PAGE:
CC outline_0Don’t look at a map. It won’t tell you the whole story. Florida and Haiti don’t seem very far apart—a relatively short plane trip, that’s it. But there’s one major difference—among a few others, of course—between Haiti and the United States: politics. In the States, we elect a president and know he’ll be in office for at least four years, maybe eight. In Haiti, not so much. Leadership comes and goes unexpectedly, and when a coup d’état 
(a government overthrow) occurs, its negative effects trickle down to all Haitians.

Just ask IFBB Pro League athlete Al Auguste, who was born in Leogane, Haiti, and lived in Port-au-Prince, the nation’s capital, until age 14, when his family moved to Florida. “It’s like a bad neighborhood in any city here in the United States,” Auguste says, referring to the environment he grew up in. “We could never have an established power, a person in office for a long period of time. It’s like, walk in the door and the next thing you know, they’re out the door. There were a lot of disturbances due to the political unrest. And when something like that happens, it forces schools to close. Sometimes, I would miss school for a couple months. Thank God I had a strong family. We were able to manage without being involved in bad situations where we could possibly lose our lives. My mother kept a close watch on me and my brothers and sisters. We didn’t have it easy, but we were able to survive.”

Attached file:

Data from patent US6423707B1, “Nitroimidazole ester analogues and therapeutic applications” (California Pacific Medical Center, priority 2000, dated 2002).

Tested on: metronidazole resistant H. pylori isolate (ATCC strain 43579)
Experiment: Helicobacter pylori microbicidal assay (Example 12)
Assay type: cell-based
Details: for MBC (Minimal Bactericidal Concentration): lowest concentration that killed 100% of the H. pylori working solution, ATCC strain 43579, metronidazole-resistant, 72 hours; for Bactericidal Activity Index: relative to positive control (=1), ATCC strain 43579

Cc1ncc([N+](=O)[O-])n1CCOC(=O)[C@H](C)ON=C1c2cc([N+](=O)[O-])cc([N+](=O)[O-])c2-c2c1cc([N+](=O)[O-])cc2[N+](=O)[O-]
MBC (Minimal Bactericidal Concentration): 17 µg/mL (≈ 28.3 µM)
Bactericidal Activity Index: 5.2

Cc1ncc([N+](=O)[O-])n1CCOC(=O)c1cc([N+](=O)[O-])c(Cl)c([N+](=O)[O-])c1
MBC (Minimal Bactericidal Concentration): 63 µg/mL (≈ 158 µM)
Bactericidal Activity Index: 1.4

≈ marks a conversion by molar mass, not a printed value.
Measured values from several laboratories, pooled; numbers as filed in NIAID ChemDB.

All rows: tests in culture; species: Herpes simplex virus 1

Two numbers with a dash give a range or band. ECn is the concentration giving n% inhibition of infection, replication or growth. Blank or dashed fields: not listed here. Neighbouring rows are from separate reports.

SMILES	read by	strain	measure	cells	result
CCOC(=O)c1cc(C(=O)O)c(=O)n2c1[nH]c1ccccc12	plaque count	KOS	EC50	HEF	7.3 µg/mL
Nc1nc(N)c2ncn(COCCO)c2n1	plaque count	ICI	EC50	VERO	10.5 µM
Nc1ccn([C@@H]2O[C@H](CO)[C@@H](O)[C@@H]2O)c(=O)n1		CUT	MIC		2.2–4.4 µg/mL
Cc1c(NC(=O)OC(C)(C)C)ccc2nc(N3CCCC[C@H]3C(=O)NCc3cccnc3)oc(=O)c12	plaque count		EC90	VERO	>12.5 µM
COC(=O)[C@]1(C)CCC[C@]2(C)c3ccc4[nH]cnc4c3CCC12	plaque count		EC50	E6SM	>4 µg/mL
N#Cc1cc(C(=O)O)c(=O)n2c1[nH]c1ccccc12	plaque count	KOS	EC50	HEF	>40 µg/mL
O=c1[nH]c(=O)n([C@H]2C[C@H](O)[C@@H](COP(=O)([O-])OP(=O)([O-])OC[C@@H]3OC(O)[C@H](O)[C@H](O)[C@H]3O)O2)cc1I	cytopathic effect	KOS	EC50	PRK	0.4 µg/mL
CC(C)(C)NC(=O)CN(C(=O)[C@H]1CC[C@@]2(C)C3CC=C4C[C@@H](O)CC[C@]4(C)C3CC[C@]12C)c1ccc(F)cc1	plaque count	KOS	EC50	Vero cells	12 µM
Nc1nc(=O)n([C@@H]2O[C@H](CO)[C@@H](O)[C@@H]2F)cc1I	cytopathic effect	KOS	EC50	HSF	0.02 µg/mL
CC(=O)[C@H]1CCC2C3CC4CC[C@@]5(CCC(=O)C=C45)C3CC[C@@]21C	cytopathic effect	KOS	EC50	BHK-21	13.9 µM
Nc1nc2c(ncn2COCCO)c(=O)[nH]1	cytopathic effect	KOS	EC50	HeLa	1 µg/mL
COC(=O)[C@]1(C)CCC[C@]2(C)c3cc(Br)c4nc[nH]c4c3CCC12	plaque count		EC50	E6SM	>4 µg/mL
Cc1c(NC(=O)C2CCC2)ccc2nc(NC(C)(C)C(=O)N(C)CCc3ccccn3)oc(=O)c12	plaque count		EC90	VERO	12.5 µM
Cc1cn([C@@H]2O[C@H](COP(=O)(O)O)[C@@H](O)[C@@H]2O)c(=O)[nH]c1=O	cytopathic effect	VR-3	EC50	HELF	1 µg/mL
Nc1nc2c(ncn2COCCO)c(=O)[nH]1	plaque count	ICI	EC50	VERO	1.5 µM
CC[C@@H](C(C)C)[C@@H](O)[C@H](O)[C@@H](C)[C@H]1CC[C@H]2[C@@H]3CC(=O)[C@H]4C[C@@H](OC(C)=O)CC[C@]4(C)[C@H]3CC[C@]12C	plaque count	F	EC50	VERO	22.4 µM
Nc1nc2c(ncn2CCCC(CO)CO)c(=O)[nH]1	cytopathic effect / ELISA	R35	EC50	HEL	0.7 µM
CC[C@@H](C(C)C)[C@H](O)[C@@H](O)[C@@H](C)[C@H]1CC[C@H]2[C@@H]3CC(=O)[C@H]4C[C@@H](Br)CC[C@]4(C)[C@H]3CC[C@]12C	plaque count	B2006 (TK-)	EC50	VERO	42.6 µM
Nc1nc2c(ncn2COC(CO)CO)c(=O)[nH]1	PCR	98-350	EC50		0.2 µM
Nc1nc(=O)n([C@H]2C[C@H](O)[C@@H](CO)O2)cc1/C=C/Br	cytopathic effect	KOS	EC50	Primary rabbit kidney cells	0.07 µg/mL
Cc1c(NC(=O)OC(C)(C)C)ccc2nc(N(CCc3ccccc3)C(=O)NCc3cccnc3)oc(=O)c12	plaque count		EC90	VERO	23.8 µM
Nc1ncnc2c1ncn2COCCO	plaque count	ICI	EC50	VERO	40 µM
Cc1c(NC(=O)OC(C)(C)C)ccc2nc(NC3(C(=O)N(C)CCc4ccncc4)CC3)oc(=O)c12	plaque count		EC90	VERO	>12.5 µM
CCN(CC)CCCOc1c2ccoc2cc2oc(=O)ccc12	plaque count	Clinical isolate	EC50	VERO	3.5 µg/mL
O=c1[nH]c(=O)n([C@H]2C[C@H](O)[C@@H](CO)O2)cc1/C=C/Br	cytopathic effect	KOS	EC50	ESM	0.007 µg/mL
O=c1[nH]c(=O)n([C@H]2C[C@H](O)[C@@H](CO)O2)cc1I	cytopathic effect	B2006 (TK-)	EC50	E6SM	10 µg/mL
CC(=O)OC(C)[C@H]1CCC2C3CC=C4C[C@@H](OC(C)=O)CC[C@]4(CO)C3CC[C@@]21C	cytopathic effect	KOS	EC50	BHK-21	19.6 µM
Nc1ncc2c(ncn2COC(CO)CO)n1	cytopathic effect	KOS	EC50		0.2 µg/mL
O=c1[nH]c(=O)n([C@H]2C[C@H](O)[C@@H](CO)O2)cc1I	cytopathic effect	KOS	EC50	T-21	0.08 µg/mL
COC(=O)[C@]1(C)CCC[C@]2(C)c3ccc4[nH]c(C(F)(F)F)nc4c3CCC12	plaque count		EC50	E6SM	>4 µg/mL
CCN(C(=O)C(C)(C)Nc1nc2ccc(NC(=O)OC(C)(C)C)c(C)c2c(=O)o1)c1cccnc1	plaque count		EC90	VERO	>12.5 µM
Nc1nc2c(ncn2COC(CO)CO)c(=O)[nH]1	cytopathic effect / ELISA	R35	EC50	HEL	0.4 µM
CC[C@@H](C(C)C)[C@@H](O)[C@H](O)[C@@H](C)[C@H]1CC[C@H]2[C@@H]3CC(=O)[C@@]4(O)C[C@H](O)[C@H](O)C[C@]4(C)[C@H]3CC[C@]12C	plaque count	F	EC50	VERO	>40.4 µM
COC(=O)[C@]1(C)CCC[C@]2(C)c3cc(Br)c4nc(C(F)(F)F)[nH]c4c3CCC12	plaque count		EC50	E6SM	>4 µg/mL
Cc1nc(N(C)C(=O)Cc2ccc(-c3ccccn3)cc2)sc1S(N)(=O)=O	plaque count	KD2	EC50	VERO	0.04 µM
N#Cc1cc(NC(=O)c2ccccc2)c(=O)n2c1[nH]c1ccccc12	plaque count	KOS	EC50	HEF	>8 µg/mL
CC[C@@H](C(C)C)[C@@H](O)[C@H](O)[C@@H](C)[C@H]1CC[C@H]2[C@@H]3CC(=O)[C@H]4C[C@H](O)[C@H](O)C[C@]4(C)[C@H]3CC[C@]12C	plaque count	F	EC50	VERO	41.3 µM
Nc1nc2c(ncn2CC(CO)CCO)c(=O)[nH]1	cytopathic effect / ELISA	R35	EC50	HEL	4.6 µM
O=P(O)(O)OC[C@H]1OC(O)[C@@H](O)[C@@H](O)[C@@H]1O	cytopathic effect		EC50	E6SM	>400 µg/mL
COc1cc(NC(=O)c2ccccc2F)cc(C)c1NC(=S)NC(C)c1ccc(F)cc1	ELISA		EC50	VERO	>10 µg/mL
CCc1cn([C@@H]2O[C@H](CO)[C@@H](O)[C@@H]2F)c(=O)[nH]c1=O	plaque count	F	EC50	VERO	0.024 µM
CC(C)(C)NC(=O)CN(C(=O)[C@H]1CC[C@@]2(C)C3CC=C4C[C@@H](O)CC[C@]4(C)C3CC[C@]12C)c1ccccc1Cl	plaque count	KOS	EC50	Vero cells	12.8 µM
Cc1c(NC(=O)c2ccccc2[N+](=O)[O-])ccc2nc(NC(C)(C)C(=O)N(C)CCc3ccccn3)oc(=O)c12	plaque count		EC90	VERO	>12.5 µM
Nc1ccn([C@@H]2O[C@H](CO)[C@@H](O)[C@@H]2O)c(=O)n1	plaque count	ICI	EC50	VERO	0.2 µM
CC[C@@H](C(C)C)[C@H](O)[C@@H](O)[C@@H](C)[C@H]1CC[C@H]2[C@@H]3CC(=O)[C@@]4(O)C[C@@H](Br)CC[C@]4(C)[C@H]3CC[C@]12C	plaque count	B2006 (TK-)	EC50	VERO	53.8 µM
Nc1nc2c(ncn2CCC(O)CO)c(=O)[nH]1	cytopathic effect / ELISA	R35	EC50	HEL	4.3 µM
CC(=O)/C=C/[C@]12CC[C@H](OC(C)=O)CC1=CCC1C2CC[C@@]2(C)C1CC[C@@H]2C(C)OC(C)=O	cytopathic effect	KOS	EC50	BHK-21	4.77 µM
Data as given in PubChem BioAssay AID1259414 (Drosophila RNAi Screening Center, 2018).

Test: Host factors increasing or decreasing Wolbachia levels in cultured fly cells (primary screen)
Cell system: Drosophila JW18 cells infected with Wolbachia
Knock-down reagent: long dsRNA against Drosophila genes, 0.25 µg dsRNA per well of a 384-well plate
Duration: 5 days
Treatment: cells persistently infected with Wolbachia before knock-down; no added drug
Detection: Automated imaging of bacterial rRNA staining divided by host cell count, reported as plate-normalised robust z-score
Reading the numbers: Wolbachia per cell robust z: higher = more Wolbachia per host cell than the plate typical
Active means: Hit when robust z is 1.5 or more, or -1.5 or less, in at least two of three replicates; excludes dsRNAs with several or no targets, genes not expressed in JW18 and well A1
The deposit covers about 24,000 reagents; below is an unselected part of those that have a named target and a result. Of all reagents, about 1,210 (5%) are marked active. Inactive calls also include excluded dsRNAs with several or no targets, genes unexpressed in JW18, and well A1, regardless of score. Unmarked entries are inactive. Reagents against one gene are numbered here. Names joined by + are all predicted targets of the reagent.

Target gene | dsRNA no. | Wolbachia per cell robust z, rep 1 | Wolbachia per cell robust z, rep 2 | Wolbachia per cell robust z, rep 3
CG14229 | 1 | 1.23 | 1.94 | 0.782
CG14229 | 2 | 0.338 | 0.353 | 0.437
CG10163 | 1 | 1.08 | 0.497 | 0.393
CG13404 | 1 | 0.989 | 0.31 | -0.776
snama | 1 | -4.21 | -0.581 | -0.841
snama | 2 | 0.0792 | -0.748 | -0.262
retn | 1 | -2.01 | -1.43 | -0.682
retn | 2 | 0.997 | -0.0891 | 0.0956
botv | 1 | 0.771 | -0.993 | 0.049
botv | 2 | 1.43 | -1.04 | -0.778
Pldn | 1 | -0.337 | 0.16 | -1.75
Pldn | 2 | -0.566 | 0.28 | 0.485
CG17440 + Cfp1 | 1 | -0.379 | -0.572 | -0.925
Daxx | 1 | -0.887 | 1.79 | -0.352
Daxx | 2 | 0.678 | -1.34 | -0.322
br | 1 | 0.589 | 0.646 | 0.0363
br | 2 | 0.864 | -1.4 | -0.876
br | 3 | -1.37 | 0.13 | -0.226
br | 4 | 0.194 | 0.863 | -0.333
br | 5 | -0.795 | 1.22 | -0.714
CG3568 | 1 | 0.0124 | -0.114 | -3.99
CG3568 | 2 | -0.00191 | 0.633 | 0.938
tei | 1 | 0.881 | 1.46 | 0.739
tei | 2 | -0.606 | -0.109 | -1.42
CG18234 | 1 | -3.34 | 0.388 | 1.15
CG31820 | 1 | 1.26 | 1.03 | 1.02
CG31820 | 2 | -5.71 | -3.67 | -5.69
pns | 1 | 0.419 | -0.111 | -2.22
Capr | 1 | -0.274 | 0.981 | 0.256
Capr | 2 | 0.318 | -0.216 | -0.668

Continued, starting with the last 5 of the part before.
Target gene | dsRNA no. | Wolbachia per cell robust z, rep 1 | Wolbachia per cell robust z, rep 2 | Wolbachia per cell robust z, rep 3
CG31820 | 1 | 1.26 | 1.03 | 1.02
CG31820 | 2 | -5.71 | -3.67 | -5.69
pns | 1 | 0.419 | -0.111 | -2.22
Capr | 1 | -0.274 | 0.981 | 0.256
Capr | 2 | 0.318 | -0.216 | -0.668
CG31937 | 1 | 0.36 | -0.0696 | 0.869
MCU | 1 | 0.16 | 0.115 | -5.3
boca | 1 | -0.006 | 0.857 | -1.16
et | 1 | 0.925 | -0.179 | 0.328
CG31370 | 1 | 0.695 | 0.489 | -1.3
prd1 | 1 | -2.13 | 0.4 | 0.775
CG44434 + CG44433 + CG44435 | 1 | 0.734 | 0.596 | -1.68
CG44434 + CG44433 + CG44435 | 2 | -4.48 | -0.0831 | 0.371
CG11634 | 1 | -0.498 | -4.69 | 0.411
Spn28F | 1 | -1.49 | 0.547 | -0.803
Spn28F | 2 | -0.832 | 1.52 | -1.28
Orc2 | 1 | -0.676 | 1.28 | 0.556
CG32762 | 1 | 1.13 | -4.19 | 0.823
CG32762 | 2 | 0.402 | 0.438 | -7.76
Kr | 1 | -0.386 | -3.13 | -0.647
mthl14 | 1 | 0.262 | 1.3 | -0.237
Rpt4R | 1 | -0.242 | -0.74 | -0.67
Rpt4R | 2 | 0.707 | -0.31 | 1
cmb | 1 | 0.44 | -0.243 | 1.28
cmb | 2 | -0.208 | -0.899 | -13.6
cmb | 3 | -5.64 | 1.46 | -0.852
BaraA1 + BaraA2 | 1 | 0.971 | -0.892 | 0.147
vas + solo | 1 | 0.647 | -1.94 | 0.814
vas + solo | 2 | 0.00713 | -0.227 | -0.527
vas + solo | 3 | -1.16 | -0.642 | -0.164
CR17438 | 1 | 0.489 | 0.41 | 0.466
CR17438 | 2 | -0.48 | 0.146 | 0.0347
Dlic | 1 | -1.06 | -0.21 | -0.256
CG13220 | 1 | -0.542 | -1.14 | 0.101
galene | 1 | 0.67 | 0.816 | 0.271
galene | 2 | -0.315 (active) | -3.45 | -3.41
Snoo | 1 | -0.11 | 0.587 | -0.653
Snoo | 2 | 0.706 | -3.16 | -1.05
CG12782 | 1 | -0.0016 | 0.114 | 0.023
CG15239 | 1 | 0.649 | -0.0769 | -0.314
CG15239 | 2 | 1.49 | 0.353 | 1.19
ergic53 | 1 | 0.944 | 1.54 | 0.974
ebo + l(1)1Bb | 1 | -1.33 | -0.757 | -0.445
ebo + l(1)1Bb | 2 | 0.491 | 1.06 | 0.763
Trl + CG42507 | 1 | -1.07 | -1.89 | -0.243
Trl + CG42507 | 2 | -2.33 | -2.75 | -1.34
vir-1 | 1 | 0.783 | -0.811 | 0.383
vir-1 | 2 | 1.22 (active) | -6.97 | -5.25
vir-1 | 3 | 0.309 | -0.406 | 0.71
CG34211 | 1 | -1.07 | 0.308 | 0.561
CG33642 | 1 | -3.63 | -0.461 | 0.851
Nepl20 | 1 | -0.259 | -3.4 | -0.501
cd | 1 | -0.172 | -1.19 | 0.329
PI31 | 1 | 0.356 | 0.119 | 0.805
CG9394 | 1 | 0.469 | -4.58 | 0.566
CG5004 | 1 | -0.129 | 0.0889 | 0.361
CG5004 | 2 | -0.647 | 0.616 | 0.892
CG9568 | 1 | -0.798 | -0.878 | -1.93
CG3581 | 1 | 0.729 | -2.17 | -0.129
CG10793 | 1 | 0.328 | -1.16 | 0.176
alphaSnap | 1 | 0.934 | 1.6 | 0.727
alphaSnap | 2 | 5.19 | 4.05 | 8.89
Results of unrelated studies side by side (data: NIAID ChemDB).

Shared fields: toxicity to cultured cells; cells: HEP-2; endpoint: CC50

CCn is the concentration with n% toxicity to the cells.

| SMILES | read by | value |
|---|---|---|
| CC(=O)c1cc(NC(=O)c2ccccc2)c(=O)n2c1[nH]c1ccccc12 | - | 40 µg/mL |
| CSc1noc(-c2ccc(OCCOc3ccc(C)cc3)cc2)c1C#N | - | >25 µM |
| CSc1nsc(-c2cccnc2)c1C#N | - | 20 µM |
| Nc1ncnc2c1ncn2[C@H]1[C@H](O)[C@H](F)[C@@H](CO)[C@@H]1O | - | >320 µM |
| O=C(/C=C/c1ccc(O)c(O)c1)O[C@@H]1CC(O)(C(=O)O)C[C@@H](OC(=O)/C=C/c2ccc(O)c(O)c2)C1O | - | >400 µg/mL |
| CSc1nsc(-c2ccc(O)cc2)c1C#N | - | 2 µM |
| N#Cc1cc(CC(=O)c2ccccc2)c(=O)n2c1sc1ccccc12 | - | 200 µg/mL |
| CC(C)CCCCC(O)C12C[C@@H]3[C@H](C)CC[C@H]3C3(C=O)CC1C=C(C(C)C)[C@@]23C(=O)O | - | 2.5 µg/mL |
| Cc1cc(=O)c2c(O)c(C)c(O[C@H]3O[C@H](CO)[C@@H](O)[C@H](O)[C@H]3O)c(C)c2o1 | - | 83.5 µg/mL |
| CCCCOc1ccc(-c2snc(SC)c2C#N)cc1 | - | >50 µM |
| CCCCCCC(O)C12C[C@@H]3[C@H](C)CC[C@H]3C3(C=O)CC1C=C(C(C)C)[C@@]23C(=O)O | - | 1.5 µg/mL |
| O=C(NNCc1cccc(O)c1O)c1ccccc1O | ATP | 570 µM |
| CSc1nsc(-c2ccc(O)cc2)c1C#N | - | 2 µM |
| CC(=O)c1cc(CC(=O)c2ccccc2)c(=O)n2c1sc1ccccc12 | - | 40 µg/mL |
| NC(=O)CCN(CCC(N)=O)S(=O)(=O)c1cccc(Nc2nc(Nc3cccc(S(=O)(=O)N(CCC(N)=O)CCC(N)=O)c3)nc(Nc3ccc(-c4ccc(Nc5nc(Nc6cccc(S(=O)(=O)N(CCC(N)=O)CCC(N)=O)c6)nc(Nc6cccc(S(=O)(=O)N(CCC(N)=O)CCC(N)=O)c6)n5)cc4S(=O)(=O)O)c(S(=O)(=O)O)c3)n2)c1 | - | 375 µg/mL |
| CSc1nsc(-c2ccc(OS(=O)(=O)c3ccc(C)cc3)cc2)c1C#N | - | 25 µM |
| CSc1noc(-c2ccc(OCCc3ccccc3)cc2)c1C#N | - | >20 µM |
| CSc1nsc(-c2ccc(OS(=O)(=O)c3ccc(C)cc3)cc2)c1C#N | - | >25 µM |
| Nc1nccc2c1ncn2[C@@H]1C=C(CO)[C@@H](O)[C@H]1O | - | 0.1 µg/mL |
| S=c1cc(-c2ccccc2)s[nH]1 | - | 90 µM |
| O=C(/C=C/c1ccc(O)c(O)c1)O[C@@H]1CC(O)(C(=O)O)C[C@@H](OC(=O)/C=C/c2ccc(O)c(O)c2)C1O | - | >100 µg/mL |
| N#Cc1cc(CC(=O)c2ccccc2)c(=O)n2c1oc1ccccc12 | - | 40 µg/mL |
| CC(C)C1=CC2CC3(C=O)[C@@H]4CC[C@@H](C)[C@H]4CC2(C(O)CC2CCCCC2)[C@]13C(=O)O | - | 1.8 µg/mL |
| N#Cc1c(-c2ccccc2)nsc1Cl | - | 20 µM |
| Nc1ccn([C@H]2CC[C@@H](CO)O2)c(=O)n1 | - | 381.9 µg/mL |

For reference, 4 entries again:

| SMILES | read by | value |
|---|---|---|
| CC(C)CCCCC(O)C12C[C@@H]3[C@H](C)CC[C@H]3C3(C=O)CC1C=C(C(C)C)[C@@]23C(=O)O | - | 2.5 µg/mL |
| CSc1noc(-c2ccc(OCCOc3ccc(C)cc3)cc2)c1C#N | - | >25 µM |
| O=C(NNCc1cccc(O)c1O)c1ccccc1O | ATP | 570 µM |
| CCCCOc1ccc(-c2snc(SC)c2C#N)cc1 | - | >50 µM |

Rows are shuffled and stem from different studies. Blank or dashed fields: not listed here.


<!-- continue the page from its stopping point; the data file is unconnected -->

That’s an understatement. The 35-year-old Auguste, the youngest of five children, is doing more than surviving. He’s thriving as a start doing it, it doesn’t take long to start seeing results.”

[[{“type”:”media”,”view_mode”:”wysiwyg”,”fid”:”60942″,”attributes”:{“alt”:””,”class”:”media-image media-image-right”,”style”:”width: 302px; height: 326px; margin: 6px; float: right;”,”title”:””,”typeof”:”foaf:Image”}}]]Upon graduating from St. Joseph’s with a degree in education, Auguste moved back to Orlando and worked as a teacher and substitute coordinator in a public school district for five years while also coaching soccer. All the while, he continued to lift, never seriously considering
a competitive bodybuilding career. “And then one day, I was at the gym and a gentleman approached me and told me I should start doing bodybuilding. So I took him up on the challenge. And I’ve been doing it ever since.”

20150328_044231_0Maybe it helped that he’d grown up in Haiti, where life can be tough and overcoming adversity is a requirement for those seeking success.

It didn’t take long for Auguste’s physique to get noticed. In 2001, he placed first in the middleweight class at the NPC Central Florida, then fifth at the Southeastern USA. He continued to finish high in regional shows
and competed in his first
NPC Nationals competition in ’05, finishing seventh in the welterweight class. In the years that followed, he was close, but not close enough, to reaching his goal of being an IFBB pro. From ’07 to ’09, he placed runner-up three times in contests with a pro card on the line (twice at the Nationals and once at the USA, all in the light-heavyweight division).